Who doesn’t use emojis at work now?
Many of us resisted for a few months, or was it years? We thought emojis were banal, frivolous, aimless, even unprofessional. Now they have become an essential part of organizational communications, it seems. Adam McCulloch reports
The change is often imperceptible. Older co-workers often recall what life was like before email and before the Internet. Now, so many people are working from home that the opportunities to reminisce are dwindling, but the conversation is more likely to involve statements such as “It’s amazing to think I used to go to the office every day.” The truth is that we accept huge changes in our lives that at one time may have seemed unthinkable, and we adapt quickly.
For example, there was a time before emoticons and emojis – and that was just a few years ago. For those who prefer direct, functional and emotionless communication, the era of emoji is a disaster. Now most communication should be accompanied by perhaps an icon of a happy face, a hysterically happy face, a sighing eye rolling face, a smug looking face with sunglasses, a symbol of champagne and a party hat, a turd, or for reasons that escape me, an eggplant (at least I think it is an eggplant).
Perfect for the aggressive passives among us, a new mode of communication has been invented based on tone without having to cleverly use words to convey feelings. And, like takeout food delivered to homes and Netflix, a devastating global disease has given it a huge head start.
Personnel Today was contacted by a telecom operator, so often the harbinger of both laughable and profound news, who conducted research into the use of emojis.
It revealed that more than two-fifths of Britons (nearly half, surely, but who cares) use emojis to communicate at work with colleagues or clients.
TextAnywhere looked at the emoji habits of 1,000 employees in the UK and found that 44.2% used emojis in their texts and emails in the workplace.
The company tells us that “With the blurring lines between working from home and working in the office, previous TextAnywhere research has shown that over 67% of employees access their work chat or email through their phone. staff. Following this trend, new data shows that one in three employees use emojis to text colleagues and another 8% use emojis in emails to colleagues at work.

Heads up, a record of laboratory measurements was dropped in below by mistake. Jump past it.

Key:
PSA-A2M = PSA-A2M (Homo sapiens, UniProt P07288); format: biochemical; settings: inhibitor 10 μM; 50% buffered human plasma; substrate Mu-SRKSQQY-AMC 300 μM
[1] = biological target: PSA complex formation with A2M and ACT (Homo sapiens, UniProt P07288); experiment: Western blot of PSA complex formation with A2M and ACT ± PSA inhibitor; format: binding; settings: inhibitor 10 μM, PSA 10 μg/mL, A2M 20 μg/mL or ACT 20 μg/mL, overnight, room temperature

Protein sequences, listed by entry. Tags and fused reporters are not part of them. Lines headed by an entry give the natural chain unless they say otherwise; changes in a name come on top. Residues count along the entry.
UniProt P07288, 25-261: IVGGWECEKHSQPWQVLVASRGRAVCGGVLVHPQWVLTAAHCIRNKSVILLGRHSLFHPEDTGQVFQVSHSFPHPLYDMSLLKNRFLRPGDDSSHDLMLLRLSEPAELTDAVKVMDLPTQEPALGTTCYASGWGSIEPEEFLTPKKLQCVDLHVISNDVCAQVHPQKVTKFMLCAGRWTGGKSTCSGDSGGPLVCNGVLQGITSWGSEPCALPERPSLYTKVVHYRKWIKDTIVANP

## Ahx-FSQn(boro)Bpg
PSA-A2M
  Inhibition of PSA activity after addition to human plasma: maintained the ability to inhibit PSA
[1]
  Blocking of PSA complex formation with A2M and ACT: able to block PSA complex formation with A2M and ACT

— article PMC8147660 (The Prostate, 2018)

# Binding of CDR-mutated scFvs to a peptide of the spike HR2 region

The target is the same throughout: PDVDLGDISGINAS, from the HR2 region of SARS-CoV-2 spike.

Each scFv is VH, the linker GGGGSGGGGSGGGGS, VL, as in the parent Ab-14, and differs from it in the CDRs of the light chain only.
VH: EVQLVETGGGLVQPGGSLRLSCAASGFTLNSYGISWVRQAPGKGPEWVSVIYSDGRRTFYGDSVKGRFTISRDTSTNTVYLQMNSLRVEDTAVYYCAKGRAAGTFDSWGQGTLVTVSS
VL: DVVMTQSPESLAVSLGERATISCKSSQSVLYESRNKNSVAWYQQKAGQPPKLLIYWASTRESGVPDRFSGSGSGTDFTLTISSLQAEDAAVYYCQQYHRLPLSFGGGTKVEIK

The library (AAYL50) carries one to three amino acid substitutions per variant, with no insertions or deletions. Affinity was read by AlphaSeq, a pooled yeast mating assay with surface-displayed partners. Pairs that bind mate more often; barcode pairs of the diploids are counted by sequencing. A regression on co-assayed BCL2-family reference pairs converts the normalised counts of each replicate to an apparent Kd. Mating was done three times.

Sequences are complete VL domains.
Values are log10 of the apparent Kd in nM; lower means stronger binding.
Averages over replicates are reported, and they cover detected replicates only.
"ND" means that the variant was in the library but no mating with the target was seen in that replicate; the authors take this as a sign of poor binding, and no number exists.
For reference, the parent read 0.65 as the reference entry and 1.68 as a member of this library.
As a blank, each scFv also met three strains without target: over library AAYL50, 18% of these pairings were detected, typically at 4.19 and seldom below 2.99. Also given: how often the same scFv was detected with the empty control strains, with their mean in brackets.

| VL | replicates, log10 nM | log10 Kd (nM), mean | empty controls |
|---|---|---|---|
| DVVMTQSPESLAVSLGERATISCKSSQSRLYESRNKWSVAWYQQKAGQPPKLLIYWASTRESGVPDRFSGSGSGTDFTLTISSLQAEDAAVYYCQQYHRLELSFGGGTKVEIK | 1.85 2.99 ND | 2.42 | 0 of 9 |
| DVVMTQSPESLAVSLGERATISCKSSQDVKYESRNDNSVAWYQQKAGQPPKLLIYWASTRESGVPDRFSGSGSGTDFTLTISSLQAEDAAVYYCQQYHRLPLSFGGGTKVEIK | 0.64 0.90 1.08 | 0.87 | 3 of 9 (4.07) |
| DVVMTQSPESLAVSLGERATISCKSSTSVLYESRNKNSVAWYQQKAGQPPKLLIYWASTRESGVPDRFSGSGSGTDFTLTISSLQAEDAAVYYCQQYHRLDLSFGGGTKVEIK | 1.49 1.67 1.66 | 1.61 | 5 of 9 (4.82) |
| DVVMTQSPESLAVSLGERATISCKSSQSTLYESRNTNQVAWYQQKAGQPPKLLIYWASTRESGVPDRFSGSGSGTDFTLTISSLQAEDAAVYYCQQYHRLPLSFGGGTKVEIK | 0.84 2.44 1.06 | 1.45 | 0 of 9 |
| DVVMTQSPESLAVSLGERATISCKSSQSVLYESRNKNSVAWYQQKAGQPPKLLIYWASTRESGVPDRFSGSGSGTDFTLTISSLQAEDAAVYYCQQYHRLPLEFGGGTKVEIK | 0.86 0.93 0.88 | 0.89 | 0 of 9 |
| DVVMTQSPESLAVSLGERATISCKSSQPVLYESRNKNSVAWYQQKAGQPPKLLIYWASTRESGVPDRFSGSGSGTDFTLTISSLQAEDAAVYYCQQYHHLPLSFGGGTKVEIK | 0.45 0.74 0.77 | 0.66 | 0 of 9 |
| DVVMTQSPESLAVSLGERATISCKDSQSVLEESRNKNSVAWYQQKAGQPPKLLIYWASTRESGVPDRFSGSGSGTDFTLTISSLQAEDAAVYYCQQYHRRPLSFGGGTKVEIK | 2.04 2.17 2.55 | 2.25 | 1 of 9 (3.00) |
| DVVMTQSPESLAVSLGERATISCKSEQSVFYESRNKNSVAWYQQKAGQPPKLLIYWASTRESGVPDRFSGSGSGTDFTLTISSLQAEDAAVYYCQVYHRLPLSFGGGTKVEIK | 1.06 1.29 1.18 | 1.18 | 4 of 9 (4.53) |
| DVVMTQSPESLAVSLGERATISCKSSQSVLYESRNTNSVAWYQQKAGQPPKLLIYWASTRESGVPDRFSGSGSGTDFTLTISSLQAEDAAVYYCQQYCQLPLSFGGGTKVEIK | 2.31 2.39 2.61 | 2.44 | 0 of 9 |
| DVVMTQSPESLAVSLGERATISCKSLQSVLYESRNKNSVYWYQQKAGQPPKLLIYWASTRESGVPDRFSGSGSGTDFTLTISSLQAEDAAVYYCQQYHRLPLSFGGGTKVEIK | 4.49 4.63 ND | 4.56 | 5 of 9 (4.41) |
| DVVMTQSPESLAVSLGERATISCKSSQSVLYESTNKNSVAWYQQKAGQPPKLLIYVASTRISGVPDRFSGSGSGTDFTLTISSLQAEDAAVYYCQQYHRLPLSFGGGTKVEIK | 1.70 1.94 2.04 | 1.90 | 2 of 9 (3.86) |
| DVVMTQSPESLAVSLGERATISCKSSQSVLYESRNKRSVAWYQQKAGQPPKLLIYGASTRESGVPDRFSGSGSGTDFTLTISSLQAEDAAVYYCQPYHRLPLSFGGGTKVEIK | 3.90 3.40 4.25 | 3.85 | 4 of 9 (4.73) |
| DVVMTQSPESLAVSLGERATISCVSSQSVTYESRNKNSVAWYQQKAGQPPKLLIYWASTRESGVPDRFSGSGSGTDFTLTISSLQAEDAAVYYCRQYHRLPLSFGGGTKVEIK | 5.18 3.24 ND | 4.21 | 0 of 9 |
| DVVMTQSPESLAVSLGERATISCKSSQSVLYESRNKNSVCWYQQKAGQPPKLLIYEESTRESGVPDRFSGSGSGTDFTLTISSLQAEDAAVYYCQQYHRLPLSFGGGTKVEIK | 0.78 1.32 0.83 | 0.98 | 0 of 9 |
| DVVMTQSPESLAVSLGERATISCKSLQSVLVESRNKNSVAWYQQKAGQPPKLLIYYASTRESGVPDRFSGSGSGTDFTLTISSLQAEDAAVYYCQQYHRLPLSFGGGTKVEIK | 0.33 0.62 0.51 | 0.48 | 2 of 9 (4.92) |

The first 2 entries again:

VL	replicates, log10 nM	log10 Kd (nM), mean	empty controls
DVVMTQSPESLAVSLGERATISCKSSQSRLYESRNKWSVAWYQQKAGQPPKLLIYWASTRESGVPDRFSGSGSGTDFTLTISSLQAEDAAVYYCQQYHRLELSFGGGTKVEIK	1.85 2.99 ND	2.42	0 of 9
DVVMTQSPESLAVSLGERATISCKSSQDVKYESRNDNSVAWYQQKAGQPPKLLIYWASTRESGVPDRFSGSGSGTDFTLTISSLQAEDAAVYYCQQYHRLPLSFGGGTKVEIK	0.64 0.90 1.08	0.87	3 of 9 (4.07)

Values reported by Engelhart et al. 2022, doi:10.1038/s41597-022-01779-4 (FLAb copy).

Emjay Lofts, Head of Marketing at TextAnywhere, added: “As the pandemic has left us reliant on technology to communicate with each other, the speed at which individuals want to send their message, email or text message has increased. . Emojis can help tech users relay their messages and emotions while shortening the time it takes to convey the meaning of the message.
For those who prefer direct, functional and emotionless communication, the era of emoji is a disaster”
“While emojis were initially less common in the workplace, research shows that more than two-fifths of Britons now use emojis to communicate with colleagues. This demonstrates the change in language in the workplace, in particularly when platforms such as Teams and Slack have been introduced to businesses as growing numbers of individuals continue to loan both in-office and remote work.
However, only 3% of workers said they used emojis to contact customers, likely the last bastion to fall.
The most forward-thinking HR professional must wonder what the implications of all of this are. Could discrimination cases be brought based on the misuse of emojis at work? Could internal grievances arise from pressing the wrong icon (“I used the clown symbol because I thought what he was saying was funny – I wasn’t saying he was incompetent!” )? Smartphones can cause people a lot of trouble, as the porn-watching MP found out today; what dangers lurk in the proliferating use of emoticons?
There was a time when you had to pick up a phone or leave a note. We will discuss this on Personnel Today during our next all in. In 2023 maybe.
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